The world's large emerging markets are less attractive to major contractors than might be expected. India is "booming in terms of projects," says VINCI's Dupety. "But you need to be very cautious. You need to be very patient," he says. Bouygues, while tracking building prospects, is "prudent and favouring a very selective approach," adds Gabriel.


However, for local contracting giants such as India's Larsen & Toubro, the markets in Asia and the Middle East are prime targets. Construction in these areas "will continue to grow rapidly, driven by huge 'infrastructure deficits' coupled with the pressure on the governments to deliver," says S.N. Subrahmanyan, executive vice president of L&T Construction.

Subrahmanyan says one of the biggest problems in the Indian market is the lack of skilled labor, which has forced contractors to develop more automated processes to increase productivity.

Balfour Beatty was unsuccessful in 2010 in its first Indian public-private-partnership bid: a 560-kilometer highway-widening contract. "That may not have been a bad thing," says Tyler. Indian P3s are extremely large, involve uncertain toll revenues and are "very, very high risk," he adds. "India is a very complex market to break into" and having a reliable local partner is important, adds Tyler. Balfour Beatty has an agreement with Tata Projects to bid jointly, especially in railroad and power sectors, but has yet to score a success.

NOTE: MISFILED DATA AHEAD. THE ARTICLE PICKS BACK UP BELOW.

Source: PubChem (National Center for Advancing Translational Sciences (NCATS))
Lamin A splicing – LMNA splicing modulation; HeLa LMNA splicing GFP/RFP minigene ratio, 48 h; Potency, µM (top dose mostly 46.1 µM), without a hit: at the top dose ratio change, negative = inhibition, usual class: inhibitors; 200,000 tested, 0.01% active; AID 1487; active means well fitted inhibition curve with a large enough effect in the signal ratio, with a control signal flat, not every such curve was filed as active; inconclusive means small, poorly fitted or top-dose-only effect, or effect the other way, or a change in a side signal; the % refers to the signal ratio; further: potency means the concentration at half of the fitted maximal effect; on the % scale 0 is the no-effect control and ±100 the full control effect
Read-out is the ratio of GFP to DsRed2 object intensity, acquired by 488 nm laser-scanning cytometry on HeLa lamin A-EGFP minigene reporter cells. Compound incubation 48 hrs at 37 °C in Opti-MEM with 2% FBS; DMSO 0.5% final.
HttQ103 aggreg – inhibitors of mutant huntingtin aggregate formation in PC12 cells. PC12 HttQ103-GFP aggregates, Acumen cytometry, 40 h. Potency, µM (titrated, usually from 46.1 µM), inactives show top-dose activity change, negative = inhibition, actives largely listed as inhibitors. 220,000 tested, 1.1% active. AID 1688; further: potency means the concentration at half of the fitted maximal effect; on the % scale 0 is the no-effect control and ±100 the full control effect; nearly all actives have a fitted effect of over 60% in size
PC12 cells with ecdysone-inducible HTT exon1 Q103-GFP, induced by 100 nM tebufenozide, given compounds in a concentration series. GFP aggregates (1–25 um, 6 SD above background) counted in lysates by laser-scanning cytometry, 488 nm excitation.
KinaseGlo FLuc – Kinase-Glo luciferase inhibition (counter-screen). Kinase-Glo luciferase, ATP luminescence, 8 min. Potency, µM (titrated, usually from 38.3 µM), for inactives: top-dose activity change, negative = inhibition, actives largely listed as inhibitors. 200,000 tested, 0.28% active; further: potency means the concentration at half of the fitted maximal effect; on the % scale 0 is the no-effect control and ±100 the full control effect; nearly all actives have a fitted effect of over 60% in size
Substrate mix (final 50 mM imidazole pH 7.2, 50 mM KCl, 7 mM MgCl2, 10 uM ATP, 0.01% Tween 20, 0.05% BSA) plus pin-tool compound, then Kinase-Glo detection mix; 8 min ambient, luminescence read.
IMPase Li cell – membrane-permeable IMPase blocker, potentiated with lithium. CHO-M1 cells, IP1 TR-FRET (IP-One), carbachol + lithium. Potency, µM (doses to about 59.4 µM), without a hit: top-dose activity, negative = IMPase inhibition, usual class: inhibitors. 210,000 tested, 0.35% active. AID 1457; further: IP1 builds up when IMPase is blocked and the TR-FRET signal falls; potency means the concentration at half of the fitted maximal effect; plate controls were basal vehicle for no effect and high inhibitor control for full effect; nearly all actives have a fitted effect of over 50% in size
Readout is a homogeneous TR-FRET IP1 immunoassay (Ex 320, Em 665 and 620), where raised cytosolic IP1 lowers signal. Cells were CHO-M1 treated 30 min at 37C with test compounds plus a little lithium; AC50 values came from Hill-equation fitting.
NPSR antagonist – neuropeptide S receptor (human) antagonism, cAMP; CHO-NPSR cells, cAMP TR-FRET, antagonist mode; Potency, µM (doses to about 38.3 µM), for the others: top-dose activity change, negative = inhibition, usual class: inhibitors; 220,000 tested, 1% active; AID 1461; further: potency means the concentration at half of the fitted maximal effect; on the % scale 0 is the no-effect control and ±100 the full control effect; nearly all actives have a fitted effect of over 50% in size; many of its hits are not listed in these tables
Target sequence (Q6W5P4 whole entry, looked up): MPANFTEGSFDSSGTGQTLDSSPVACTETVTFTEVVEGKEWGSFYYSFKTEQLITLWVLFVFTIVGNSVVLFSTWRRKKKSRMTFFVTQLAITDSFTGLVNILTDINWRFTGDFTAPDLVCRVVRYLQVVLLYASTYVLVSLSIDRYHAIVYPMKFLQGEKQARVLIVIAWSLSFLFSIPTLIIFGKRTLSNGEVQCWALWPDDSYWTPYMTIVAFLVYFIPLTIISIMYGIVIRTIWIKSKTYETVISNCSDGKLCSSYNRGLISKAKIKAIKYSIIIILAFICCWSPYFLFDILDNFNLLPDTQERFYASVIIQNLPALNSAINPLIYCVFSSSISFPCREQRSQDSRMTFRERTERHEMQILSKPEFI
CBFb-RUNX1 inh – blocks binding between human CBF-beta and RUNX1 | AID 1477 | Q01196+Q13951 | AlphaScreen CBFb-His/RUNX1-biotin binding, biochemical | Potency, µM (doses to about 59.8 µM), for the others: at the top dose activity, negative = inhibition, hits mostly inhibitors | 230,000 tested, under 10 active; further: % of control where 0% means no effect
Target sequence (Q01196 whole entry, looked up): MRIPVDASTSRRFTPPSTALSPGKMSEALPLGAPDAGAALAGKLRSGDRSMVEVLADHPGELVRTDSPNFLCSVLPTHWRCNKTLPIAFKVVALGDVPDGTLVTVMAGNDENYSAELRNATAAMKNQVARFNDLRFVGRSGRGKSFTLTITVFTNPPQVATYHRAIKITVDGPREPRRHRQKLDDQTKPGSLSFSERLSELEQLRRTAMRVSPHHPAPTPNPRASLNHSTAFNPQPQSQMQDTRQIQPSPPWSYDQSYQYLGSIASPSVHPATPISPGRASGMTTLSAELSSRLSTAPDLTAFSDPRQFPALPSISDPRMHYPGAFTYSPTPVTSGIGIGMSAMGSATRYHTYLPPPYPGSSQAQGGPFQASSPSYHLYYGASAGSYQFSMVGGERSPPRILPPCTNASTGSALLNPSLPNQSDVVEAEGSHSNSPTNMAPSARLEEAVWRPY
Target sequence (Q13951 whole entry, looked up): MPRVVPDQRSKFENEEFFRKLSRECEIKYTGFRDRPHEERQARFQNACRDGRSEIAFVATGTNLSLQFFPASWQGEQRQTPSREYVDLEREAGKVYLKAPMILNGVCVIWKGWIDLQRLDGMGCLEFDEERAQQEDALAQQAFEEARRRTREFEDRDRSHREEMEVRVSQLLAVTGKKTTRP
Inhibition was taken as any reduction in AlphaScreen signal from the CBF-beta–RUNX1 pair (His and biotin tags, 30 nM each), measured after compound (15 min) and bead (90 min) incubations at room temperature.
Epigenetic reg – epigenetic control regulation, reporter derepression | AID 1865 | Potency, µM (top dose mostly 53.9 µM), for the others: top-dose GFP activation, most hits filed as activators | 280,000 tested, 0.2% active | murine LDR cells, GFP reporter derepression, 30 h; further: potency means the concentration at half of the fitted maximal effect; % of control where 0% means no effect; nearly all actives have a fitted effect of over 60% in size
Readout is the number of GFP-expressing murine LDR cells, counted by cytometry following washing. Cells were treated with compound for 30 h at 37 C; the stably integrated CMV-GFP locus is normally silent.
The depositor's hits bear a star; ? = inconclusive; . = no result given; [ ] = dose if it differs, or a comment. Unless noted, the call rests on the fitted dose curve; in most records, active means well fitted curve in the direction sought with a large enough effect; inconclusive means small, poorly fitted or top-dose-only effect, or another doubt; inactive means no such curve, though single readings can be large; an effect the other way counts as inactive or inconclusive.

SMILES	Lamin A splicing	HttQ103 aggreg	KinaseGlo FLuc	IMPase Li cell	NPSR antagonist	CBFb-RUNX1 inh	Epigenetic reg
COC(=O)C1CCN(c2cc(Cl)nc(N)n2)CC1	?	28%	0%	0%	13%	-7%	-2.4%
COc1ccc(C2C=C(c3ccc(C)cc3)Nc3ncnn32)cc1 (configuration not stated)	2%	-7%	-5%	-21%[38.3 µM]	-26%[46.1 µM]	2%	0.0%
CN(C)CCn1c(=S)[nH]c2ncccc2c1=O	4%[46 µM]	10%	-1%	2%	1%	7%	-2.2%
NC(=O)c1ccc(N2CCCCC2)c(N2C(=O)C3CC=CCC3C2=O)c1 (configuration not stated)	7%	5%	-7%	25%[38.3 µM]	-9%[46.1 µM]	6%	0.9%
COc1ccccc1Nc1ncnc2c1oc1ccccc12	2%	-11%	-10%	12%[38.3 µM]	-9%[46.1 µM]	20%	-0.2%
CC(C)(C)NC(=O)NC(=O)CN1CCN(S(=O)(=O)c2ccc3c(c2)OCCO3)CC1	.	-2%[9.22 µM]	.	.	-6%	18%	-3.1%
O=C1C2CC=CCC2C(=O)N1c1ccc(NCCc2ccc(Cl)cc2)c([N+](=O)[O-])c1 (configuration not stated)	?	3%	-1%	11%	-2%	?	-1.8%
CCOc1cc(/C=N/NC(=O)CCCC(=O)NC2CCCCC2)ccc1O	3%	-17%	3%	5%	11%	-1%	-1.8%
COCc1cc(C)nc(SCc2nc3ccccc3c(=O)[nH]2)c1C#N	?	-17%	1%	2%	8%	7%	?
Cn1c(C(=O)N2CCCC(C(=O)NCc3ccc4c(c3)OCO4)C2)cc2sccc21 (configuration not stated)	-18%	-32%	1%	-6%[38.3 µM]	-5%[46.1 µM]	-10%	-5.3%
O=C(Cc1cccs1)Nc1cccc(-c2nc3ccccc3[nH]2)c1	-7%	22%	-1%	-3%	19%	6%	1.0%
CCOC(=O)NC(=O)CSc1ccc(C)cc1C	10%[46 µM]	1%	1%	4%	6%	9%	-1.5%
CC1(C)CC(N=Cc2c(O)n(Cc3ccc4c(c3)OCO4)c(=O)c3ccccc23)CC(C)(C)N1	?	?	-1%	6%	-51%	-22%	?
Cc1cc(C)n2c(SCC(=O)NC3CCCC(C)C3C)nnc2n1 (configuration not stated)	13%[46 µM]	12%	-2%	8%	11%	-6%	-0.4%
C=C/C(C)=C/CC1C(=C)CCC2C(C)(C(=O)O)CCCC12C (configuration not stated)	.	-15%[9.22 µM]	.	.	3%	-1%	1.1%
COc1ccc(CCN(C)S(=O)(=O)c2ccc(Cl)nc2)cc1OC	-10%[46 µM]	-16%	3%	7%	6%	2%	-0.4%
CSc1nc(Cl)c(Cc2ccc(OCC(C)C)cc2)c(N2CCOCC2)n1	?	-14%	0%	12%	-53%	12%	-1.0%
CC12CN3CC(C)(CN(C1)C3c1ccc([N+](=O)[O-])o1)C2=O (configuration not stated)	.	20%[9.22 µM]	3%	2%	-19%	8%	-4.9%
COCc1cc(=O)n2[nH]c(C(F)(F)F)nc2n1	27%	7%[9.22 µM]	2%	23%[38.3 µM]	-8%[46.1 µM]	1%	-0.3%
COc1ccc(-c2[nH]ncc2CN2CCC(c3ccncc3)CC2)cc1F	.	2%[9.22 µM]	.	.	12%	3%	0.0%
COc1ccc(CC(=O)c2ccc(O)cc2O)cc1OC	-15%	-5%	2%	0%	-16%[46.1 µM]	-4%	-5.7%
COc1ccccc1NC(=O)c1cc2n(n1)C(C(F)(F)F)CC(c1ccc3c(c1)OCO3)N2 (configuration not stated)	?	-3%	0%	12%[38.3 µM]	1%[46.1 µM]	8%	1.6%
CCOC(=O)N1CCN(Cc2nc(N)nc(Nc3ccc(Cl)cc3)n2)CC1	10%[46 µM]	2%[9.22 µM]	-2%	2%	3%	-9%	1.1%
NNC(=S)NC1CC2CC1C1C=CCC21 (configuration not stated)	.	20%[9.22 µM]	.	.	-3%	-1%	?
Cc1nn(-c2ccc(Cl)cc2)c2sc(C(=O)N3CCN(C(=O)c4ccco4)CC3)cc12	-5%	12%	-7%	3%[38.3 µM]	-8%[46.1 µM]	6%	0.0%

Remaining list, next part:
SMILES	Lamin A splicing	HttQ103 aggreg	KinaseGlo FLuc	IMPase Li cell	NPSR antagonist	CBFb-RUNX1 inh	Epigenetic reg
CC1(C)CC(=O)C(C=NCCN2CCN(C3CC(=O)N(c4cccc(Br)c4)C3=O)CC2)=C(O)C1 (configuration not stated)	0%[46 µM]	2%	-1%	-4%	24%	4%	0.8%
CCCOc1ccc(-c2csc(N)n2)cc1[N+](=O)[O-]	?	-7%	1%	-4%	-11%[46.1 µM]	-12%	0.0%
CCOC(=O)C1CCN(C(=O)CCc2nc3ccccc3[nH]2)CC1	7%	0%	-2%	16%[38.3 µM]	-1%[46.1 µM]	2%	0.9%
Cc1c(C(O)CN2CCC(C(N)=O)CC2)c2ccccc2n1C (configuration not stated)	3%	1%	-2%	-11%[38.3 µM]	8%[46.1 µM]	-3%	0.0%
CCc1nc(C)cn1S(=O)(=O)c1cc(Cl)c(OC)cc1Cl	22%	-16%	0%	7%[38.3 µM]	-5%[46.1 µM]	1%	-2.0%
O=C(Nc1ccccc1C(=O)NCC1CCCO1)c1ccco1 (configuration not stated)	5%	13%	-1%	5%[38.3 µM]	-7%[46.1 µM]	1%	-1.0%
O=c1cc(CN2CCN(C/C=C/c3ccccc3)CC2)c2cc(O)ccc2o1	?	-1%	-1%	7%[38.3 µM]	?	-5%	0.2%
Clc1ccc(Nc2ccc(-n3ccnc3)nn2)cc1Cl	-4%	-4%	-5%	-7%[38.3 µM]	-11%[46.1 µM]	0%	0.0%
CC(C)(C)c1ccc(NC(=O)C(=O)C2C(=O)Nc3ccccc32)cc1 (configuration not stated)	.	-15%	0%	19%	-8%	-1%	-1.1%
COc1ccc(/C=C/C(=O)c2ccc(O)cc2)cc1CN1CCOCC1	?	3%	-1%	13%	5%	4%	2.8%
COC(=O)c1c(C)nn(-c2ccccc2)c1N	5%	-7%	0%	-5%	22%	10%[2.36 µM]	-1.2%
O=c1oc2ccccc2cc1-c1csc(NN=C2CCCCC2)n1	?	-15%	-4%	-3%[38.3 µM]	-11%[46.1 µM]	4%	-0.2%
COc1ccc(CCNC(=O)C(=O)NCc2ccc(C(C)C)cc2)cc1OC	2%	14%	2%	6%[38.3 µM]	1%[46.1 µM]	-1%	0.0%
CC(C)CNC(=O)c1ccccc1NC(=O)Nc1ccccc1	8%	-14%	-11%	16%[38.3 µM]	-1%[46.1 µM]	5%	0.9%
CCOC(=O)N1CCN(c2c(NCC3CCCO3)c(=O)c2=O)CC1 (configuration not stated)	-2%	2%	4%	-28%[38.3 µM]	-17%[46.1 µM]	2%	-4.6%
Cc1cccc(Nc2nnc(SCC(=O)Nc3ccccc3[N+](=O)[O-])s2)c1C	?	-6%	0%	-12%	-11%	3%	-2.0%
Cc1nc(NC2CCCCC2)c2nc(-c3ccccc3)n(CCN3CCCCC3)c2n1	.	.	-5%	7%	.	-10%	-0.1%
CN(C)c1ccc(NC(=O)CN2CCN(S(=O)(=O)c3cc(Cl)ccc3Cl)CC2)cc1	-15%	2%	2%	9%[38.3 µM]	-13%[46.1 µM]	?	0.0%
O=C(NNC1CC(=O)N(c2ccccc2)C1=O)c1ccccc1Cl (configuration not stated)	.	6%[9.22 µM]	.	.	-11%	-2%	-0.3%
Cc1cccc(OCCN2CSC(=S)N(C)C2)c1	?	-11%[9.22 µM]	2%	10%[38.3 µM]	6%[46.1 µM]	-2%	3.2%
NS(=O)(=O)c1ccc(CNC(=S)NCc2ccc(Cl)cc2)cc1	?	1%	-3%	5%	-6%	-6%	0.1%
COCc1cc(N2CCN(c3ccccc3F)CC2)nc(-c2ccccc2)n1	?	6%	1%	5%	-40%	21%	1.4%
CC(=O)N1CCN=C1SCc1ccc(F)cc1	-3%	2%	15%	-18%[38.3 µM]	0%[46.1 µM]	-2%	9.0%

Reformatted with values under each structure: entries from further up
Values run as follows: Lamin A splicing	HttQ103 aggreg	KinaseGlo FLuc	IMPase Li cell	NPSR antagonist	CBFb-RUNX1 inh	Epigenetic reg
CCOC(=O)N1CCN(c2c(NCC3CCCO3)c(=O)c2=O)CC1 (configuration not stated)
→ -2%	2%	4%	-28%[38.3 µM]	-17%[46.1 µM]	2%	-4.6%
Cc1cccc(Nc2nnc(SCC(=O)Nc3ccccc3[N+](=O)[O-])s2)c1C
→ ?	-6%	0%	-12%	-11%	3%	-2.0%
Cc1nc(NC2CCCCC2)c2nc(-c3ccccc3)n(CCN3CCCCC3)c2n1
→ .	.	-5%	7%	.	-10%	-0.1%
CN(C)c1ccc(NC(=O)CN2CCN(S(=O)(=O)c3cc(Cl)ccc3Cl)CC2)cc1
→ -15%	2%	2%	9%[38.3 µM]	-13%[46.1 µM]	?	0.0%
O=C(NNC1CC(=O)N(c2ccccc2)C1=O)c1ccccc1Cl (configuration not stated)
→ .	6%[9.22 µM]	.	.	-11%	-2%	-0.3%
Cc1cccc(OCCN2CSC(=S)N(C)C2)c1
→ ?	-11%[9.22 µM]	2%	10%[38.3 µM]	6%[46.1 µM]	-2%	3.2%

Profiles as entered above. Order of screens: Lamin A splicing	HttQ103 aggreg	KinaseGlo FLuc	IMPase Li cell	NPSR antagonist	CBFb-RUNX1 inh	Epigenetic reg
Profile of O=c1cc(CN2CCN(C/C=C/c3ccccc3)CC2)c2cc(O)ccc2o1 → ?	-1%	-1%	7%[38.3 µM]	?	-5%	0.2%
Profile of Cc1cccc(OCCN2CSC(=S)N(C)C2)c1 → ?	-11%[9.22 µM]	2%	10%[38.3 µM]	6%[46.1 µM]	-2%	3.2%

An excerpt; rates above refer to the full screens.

Hong Kong is particularly busy with infrastructure work. "Clients are … much more concerned about quality than they are about price," says Balfour Beatty's Tyler. Bouygues' Gabriel agrees, saying, "There are significant requirements for infrastructure." He calls the building market "very dynamic."

Hong Kong's infrastructure market remains buoyant, with upcoming metro work attracting VINCI's civil-engineering subsidiaries, says Dupety. Another firm finding success in Hong Kong is Samsung C&T. It recently won a large underground metro project in Hong Kong as the majority partner in a $590-million contract, says Ken Fredrickson, president of the firm's Engineering & Construction Americas group.

The brisk business of Hochtief's Australian subsidiaries is underpinned by the mining sector. Because the firms have long-term contracts, they are relatively immune to dips in demand for minerals from voracious Chinese markets, says Stieler.

The Americas Attract Attention

Booming Brazil is an increasingly important but daunting market for international contractors. Dupety hopes to establish a niche business in the region's biggest economy, but the market already is well served by large local groups, he says. Gabriel agrees about the competition and says Bouygues is considering development opportunities with a local partner.